Another similar definition is deviation from socio-cultural norms, not statistical ones. In this definition, abnormality is when one violates behaviors that most consider proper. For example, not shaving, not going to church, and so on, would be abnormal. The difference between this definition and the previous one is that it is not the prevalence of the behavior that makes it normal, but rather the perception of propriety instead.
Other definitions are based on individuals instead of groups. For example, if a person feels uncomfortable in situations where others do not, then that person may be maladjusted. Similarly, a person may feel distress in situations where others do not. Or, a person may react in a less mature fashion than others do in particular situations. Edwin Arlington Robinson's poem "Richard Cory" exploits these individualistic kinds of definitions. In that poem, Richard Cory is cast as a man who has everything a person could possibly want. Yet, in the end, he commits suicide.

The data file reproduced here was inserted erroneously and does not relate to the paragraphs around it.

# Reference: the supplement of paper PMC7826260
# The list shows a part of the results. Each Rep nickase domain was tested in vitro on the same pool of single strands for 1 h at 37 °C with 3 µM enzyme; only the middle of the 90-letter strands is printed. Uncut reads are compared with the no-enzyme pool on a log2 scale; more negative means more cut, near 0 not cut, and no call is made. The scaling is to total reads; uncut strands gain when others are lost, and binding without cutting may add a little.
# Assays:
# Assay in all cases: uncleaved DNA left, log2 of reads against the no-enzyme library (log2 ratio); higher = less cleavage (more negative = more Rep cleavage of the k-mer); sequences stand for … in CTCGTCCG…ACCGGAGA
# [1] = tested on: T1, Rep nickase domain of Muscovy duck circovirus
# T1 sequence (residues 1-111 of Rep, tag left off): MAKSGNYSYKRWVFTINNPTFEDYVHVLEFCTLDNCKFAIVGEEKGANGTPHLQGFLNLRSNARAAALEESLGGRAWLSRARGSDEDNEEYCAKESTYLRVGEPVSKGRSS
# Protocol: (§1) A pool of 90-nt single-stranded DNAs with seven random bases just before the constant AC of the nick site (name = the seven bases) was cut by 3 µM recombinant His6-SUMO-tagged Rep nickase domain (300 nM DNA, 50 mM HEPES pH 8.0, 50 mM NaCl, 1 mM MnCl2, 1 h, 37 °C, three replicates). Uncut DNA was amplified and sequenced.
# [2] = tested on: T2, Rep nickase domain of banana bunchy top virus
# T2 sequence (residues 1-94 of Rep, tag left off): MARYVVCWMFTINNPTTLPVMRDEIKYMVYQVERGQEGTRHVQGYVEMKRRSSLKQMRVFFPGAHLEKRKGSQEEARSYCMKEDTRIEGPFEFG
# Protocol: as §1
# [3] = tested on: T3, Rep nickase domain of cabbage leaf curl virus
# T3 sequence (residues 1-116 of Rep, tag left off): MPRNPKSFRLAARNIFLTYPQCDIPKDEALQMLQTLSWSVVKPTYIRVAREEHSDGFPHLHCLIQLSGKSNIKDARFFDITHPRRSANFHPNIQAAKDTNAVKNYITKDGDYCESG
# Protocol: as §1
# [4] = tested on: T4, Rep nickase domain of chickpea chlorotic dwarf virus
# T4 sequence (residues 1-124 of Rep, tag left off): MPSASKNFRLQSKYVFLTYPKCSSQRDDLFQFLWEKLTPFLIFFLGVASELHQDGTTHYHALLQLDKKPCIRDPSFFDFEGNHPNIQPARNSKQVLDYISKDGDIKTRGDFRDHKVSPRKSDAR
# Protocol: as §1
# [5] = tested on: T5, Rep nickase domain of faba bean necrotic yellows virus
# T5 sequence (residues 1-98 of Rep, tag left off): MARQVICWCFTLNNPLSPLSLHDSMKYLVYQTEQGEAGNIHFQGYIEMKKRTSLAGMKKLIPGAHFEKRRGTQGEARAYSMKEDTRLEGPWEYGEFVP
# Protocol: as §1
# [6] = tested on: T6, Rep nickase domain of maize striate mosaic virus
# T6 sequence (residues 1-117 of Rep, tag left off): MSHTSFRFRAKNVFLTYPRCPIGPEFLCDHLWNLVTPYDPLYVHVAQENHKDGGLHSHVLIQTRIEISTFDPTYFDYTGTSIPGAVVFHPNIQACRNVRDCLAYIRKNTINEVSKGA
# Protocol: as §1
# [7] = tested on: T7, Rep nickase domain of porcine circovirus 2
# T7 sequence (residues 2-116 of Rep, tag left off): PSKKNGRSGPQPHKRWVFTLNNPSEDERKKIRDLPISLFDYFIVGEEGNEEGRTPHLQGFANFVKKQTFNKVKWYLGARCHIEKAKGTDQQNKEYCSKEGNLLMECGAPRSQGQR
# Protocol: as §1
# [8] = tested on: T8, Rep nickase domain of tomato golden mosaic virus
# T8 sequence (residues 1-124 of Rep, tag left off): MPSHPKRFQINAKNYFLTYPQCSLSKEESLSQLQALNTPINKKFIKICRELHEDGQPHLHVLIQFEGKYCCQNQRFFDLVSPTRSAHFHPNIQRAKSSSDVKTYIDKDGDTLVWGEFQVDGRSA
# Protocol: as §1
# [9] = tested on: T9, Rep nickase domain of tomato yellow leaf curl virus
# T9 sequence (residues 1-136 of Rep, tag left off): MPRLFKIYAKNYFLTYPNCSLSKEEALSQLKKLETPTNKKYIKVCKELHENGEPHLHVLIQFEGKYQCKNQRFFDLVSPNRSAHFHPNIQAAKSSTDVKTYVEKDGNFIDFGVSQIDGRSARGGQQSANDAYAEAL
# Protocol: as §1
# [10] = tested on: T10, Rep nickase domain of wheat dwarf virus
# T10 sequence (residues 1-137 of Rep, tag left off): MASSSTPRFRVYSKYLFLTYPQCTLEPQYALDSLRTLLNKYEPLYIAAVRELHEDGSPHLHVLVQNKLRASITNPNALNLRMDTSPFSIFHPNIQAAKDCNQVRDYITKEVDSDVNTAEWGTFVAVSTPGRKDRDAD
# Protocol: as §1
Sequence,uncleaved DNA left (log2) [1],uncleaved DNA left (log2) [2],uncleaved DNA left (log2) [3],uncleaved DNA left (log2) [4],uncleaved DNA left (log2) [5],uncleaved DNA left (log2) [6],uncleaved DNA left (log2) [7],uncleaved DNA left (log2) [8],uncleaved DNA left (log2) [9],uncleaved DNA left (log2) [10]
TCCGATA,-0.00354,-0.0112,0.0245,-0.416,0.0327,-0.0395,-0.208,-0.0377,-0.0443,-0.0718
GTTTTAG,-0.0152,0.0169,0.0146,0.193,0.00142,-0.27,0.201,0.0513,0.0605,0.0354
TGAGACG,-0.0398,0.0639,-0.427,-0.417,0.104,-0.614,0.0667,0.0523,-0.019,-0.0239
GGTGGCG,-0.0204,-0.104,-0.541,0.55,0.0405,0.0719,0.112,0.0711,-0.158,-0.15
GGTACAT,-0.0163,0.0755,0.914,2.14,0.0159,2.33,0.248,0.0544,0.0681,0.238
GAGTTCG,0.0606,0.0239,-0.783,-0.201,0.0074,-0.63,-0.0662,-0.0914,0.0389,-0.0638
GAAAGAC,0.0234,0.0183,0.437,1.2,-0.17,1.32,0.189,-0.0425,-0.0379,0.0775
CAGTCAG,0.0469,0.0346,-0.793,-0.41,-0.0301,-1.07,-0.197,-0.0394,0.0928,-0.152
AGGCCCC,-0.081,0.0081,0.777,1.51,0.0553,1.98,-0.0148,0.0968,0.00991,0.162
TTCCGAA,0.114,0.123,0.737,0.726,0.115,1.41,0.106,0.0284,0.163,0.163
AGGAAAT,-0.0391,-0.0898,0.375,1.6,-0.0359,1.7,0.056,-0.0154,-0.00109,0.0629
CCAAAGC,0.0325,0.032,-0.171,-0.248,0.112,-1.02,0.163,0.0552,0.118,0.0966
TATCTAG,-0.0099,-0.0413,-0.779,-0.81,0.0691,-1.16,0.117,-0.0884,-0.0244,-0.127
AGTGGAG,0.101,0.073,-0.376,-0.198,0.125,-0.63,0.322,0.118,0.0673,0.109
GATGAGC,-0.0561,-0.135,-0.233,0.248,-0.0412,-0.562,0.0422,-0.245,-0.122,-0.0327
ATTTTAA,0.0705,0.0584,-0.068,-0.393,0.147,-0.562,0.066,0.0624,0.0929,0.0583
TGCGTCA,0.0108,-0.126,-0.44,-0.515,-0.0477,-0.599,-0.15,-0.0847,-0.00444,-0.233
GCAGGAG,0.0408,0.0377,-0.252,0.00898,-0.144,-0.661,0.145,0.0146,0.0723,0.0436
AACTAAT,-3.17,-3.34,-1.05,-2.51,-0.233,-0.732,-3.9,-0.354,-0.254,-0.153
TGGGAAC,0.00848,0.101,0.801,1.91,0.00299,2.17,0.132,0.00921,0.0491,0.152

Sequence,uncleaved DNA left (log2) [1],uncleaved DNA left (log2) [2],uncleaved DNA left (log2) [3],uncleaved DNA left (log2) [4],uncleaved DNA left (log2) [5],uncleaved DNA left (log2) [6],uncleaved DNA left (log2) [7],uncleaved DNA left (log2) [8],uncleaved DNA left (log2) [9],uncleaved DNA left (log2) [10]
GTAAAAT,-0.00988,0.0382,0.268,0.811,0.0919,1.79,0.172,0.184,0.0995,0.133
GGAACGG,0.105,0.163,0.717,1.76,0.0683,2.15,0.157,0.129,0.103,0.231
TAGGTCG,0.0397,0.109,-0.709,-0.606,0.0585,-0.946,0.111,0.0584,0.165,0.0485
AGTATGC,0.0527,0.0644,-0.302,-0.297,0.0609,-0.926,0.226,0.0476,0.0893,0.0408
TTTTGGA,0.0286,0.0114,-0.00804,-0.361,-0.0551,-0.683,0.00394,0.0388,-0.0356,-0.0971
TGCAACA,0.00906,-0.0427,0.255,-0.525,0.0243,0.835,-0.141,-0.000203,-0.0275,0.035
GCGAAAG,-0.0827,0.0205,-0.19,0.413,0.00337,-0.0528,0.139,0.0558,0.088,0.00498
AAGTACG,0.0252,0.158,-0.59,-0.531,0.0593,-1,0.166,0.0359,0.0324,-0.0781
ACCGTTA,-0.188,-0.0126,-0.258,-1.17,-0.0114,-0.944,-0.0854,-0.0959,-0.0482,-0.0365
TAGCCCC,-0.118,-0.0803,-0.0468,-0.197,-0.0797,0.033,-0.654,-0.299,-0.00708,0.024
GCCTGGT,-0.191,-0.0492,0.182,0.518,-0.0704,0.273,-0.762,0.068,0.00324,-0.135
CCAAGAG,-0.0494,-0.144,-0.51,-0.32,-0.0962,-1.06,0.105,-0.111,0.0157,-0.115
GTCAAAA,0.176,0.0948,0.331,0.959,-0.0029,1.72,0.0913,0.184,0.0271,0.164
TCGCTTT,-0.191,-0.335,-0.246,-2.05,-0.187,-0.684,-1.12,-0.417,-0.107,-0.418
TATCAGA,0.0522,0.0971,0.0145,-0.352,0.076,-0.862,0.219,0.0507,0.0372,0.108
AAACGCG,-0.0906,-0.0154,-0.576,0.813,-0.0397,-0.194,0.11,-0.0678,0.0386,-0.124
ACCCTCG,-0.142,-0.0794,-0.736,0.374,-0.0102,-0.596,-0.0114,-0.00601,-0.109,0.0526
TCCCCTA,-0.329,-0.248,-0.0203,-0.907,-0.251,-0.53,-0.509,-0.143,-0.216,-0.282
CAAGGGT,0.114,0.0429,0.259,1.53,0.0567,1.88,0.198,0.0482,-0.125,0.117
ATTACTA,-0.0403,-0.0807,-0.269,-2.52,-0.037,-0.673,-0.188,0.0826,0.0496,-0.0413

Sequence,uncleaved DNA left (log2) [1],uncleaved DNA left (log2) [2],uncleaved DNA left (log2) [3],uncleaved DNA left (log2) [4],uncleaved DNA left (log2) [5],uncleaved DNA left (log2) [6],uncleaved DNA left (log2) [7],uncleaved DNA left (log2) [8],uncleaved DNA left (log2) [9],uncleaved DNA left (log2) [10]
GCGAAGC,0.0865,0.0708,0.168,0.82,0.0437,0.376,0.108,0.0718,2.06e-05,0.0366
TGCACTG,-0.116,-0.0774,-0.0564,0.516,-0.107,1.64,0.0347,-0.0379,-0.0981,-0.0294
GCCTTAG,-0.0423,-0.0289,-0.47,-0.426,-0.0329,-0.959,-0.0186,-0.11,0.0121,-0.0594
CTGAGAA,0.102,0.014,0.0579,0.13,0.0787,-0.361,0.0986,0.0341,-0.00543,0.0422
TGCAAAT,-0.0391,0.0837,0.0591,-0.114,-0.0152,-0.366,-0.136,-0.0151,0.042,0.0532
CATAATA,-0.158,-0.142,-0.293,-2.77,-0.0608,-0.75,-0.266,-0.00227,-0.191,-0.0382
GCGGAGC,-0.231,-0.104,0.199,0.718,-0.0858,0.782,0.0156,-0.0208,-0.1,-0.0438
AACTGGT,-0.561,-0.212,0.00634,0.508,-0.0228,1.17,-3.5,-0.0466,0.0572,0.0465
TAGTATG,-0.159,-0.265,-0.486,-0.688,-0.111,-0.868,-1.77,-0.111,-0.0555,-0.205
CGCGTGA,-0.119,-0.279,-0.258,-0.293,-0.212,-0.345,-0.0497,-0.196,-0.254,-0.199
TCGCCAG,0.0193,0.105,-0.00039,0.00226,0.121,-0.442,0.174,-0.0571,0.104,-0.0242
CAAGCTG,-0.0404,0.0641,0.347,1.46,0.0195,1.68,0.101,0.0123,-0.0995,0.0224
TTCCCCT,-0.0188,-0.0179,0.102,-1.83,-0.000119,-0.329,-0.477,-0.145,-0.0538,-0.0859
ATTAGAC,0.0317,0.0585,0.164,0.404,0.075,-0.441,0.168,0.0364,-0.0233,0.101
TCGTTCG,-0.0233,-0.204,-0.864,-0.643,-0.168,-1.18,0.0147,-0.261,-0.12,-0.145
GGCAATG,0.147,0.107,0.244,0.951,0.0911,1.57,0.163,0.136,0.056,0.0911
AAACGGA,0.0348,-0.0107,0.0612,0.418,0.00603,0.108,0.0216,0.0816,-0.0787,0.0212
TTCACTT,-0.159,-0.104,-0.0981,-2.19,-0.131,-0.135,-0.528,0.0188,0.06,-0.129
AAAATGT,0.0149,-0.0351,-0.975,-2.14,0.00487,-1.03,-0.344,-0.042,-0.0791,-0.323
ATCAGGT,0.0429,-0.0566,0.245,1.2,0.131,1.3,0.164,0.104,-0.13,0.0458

Another possible definition is simply being in trouble: trouble at home, work, school, or with the law, for example. When other people start to notice that you cannot adequately deal with your responsibilities, you may be in trouble. The commercials for private mental hospitals on TV are good examples. In one, a wife is calling her husband's boss because her husband is an alcoholic, and did not come to work after lunch, again. The message at the end is that maybe it is time that he, and she, do something about their trouble, namely, call that hospital.
The definitions above give you some idea of the possible range of abnormal behavior, yet none of them is entirely satisfactory. Also, you should not expect ever to find a completely satisfactory definition of abnormal behavior.